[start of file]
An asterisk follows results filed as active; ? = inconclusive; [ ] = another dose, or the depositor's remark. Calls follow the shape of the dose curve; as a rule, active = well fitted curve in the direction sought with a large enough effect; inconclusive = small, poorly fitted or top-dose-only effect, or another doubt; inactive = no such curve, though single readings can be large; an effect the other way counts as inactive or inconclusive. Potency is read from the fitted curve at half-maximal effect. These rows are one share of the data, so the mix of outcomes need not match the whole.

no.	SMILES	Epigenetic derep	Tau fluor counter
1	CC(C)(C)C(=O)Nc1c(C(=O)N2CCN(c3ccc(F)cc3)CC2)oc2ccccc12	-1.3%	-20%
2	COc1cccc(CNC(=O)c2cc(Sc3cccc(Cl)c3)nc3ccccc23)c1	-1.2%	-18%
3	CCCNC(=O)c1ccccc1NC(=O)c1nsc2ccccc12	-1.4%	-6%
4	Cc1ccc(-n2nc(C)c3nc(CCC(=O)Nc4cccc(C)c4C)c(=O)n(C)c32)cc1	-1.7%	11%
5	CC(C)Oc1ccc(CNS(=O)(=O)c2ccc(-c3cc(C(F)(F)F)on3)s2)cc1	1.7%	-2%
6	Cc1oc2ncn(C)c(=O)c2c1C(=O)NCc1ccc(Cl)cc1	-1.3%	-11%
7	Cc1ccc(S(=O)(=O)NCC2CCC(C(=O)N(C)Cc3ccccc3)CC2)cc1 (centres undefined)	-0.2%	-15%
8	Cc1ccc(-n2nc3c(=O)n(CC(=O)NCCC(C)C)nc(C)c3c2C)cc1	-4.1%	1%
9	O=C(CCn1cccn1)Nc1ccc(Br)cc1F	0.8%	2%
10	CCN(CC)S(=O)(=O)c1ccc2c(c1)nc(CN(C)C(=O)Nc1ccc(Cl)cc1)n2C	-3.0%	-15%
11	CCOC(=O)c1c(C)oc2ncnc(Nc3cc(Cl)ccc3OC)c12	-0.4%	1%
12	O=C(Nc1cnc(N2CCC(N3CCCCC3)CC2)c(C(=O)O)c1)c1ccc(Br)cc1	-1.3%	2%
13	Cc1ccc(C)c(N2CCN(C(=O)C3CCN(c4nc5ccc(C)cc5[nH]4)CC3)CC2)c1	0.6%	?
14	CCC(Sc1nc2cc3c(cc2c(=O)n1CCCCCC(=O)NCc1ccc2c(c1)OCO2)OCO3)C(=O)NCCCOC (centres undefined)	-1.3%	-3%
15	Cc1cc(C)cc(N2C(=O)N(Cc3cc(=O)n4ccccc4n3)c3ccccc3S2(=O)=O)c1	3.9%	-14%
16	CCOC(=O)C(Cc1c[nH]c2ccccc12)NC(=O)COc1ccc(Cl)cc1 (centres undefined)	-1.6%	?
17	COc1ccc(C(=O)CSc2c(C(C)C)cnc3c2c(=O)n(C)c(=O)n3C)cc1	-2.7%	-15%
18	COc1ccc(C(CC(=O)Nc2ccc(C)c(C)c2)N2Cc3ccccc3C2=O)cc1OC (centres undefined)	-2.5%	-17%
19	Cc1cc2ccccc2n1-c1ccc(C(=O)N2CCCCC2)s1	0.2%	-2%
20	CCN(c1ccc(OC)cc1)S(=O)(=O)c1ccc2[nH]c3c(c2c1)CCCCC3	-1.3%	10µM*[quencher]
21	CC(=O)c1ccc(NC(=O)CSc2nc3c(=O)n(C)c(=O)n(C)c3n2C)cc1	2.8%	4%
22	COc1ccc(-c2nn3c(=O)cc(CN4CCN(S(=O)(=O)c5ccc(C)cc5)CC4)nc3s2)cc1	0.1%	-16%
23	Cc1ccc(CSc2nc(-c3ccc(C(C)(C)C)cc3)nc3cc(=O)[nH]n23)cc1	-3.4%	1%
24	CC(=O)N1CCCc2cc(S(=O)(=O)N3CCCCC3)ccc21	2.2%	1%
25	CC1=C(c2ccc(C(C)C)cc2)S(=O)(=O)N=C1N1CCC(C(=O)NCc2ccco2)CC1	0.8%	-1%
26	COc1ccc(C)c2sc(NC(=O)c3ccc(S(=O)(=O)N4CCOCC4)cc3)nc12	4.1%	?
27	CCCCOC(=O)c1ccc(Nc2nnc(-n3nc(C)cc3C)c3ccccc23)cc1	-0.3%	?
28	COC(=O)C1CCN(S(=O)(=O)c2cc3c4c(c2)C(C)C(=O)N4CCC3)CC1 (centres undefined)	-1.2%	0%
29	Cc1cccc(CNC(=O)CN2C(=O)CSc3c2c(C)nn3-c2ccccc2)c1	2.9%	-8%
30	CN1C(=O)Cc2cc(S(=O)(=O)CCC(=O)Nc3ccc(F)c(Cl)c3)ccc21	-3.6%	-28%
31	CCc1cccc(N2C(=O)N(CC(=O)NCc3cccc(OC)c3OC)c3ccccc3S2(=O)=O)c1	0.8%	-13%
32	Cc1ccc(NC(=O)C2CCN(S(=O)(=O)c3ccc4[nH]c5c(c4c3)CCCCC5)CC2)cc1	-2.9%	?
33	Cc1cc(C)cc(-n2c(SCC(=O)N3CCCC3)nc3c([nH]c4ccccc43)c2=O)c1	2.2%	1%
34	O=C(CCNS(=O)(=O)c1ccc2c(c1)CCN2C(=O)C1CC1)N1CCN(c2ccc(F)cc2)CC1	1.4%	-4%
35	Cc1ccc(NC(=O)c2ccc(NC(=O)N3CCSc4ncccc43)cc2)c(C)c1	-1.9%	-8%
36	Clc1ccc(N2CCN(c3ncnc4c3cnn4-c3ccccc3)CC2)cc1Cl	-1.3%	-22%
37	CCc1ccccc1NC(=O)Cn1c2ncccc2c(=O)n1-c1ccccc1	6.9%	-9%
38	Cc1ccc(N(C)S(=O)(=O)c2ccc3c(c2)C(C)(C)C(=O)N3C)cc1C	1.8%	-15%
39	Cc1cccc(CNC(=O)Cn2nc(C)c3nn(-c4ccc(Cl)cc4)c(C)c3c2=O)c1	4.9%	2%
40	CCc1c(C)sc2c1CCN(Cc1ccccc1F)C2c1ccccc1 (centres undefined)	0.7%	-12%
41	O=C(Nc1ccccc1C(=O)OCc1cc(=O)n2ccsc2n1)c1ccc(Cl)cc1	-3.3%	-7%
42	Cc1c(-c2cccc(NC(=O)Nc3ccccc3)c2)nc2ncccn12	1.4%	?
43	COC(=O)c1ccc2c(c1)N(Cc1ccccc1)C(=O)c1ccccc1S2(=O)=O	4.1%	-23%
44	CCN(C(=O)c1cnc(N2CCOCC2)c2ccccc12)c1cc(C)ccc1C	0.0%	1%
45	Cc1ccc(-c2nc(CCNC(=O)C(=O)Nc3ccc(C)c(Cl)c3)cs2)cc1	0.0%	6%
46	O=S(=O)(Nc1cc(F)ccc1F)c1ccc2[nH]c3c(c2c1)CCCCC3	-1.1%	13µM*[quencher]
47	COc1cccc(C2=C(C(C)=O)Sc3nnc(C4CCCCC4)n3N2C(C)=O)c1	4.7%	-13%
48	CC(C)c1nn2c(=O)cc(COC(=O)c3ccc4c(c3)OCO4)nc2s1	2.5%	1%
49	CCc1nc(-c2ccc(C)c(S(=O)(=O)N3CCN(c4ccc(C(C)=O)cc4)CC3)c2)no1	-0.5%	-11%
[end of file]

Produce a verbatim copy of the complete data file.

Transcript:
An asterisk follows results filed as active; ? = inconclusive; [ ] = another dose, or the depositor's remark. Calls follow the shape of the dose curve; as a rule, active = well fitted curve in the direction sought with a large enough effect; inconclusive = small, poorly fitted or top-dose-only effect, or another doubt; inactive = no such curve, though single readings can be large; an effect the other way counts as inactive or inconclusive. Potency is read from the fitted curve at half-maximal effect. These rows are one share of the data, so the mix of outcomes need not match the whole.

no.	SMILES	Epigenetic derep	Tau fluor counter
1	CC(C)(C)C(=O)Nc1c(C(=O)N2CCN(c3ccc(F)cc3)CC2)oc2ccccc12	-1.3%	-20%
2	COc1cccc(CNC(=O)c2cc(Sc3cccc(Cl)c3)nc3ccccc23)c1	-1.2%	-18%
3	CCCNC(=O)c1ccccc1NC(=O)c1nsc2ccccc12	-1.4%	-6%
4	Cc1ccc(-n2nc(C)c3nc(CCC(=O)Nc4cccc(C)c4C)c(=O)n(C)c32)cc1	-1.7%	11%
5	CC(C)Oc1ccc(CNS(=O)(=O)c2ccc(-c3cc(C(F)(F)F)on3)s2)cc1	1.7%	-2%
6	Cc1oc2ncn(C)c(=O)c2c1C(=O)NCc1ccc(Cl)cc1	-1.3%	-11%
7	Cc1ccc(S(=O)(=O)NCC2CCC(C(=O)N(C)Cc3ccccc3)CC2)cc1 (centres undefined)	-0.2%	-15%
8	Cc1ccc(-n2nc3c(=O)n(CC(=O)NCCC(C)C)nc(C)c3c2C)cc1	-4.1%	1%
9	O=C(CCn1cccn1)Nc1ccc(Br)cc1F	0.8%	2%
10	CCN(CC)S(=O)(=O)c1ccc2c(c1)nc(CN(C)C(=O)Nc1ccc(Cl)cc1)n2C	-3.0%	-15%
11	CCOC(=O)c1c(C)oc2ncnc(Nc3cc(Cl)ccc3OC)c12	-0.4%	1%
12	O=C(Nc1cnc(N2CCC(N3CCCCC3)CC2)c(C(=O)O)c1)c1ccc(Br)cc1	-1.3%	2%
13	Cc1ccc(C)c(N2CCN(C(=O)C3CCN(c4nc5ccc(C)cc5[nH]4)CC3)CC2)c1	0.6%	?
14	CCC(Sc1nc2cc3c(cc2c(=O)n1CCCCCC(=O)NCc1ccc2c(c1)OCO2)OCO3)C(=O)NCCCOC (centres undefined)	-1.3%	-3%
15	Cc1cc(C)cc(N2C(=O)N(Cc3cc(=O)n4ccccc4n3)c3ccccc3S2(=O)=O)c1	3.9%	-14%
16	CCOC(=O)C(Cc1c[nH]c2ccccc12)NC(=O)COc1ccc(Cl)cc1 (centres undefined)	-1.6%	?
17	COc1ccc(C(=O)CSc2c(C(C)C)cnc3c2c(=O)n(C)c(=O)n3C)cc1	-2.7%	-15%
18	COc1ccc(C(CC(=O)Nc2ccc(C)c(C)c2)N2Cc3ccccc3C2=O)cc1OC (centres undefined)	-2.5%	-17%
19	Cc1cc2ccccc2n1-c1ccc(C(=O)N2CCCCC2)s1	0.2%	-2%
20	CCN(c1ccc(OC)cc1)S(=O)(=O)c1ccc2[nH]c3c(c2c1)CCCCC3	-1.3%	10µM*[quencher]
21	CC(=O)c1ccc(NC(=O)CSc2nc3c(=O)n(C)c(=O)n(C)c3n2C)cc1	2.8%	4%
22	COc1ccc(-c2nn3c(=O)cc(CN4CCN(S(=O)(=O)c5ccc(C)cc5)CC4)nc3s2)cc1	0.1%	-16%
23	Cc1ccc(CSc2nc(-c3ccc(C(C)(C)C)cc3)nc3cc(=O)[nH]n23)cc1	-3.4%	1%
24	CC(=O)N1CCCc2cc(S(=O)(=O)N3CCCCC3)ccc21	2.2%	1%
25	CC1=C(c2ccc(C(C)C)cc2)S(=O)(=O)N=C1N1CCC(C(=O)NCc2ccco2)CC1	0.8%	-1%
26	COc1ccc(C)c2sc(NC(=O)c3ccc(S(=O)(=O)N4CCOCC4)cc3)nc12	4.1%	?
27	CCCCOC(=O)c1ccc(Nc2nnc(-n3nc(C)cc3C)c3ccccc23)cc1	-0.3%	?
28	COC(=O)C1CCN(S(=O)(=O)c2cc3c4c(c2)C(C)C(=O)N4CCC3)CC1 (centres undefined)	-1.2%	0%
29	Cc1cccc(CNC(=O)CN2C(=O)CSc3c2c(C)nn3-c2ccccc2)c1	2.9%	-8%
30	CN1C(=O)Cc2cc(S(=O)(=O)CCC(=O)Nc3ccc(F)c(Cl)c3)ccc21	-3.6%	-28%
31	CCc1cccc(N2C(=O)N(CC(=O)NCc3cccc(OC)c3OC)c3ccccc3S2(=O)=O)c1	0.8%	-13%
32	Cc1ccc(NC(=O)C2CCN(S(=O)(=O)c3ccc4[nH]c5c(c4c3)CCCCC5)CC2)cc1	-2.9%	?
33	Cc1cc(C)cc(-n2c(SCC(=O)N3CCCC3)nc3c([nH]c4ccccc43)c2=O)c1	2.2%	1%
34	O=C(CCNS(=O)(=O)c1ccc2c(c1)CCN2C(=O)C1CC1)N1CCN(c2ccc(F)cc2)CC1	1.4%	-4%
35	Cc1ccc(NC(=O)c2ccc(NC(=O)N3CCSc4ncccc43)cc2)c(C)c1	-1.9%	-8%
36	Clc1ccc(N2CCN(c3ncnc4c3cnn4-c3ccccc3)CC2)cc1Cl	-1.3%	-22%
37	CCc1ccccc1NC(=O)Cn1c2ncccc2c(=O)n1-c1ccccc1	6.9%	-9%
38	Cc1ccc(N(C)S(=O)(=O)c2ccc3c(c2)C(C)(C)C(=O)N3C)cc1C	1.8%	-15%
39	Cc1cccc(CNC(=O)Cn2nc(C)c3nn(-c4ccc(Cl)cc4)c(C)c3c2=O)c1	4.9%	2%
40	CCc1c(C)sc2c1CCN(Cc1ccccc1F)C2c1ccccc1 (centres undefined)	0.7%	-12%
41	O=C(Nc1ccccc1C(=O)OCc1cc(=O)n2ccsc2n1)c1ccc(Cl)cc1	-3.3%	-7%
42	Cc1c(-c2cccc(NC(=O)Nc3ccccc3)c2)nc2ncccn12	1.4%	?
43	COC(=O)c1ccc2c(c1)N(Cc1ccccc1)C(=O)c1ccccc1S2(=O)=O	4.1%	-23%
44	CCN(C(=O)c1cnc(N2CCOCC2)c2ccccc12)c1cc(C)ccc1C	0.0%	1%
45	Cc1ccc(-c2nc(CCNC(=O)C(=O)Nc3ccc(C)c(Cl)c3)cs2)cc1	0.0%	6%
46	O=S(=O)(Nc1cc(F)ccc1F)c1ccc2[nH]c3c(c2c1)CCCCC3	-1.1%	13µM*[quencher]
47	COc1cccc(C2=C(C(C)=O)Sc3nnc(C4CCCCC4)n3N2C(C)=O)c1	4.7%	-13%
48	CC(C)c1nn2c(=O)cc(COC(=O)c3ccc4c(c3)OCO4)nc2s1	2.5%	1%
49	CCc1nc(-c2ccc(C)c(S(=O)(=O)N3CCN(c4ccc(C(C)=O)cc4)CC3)c2)no1	-0.5%	-11%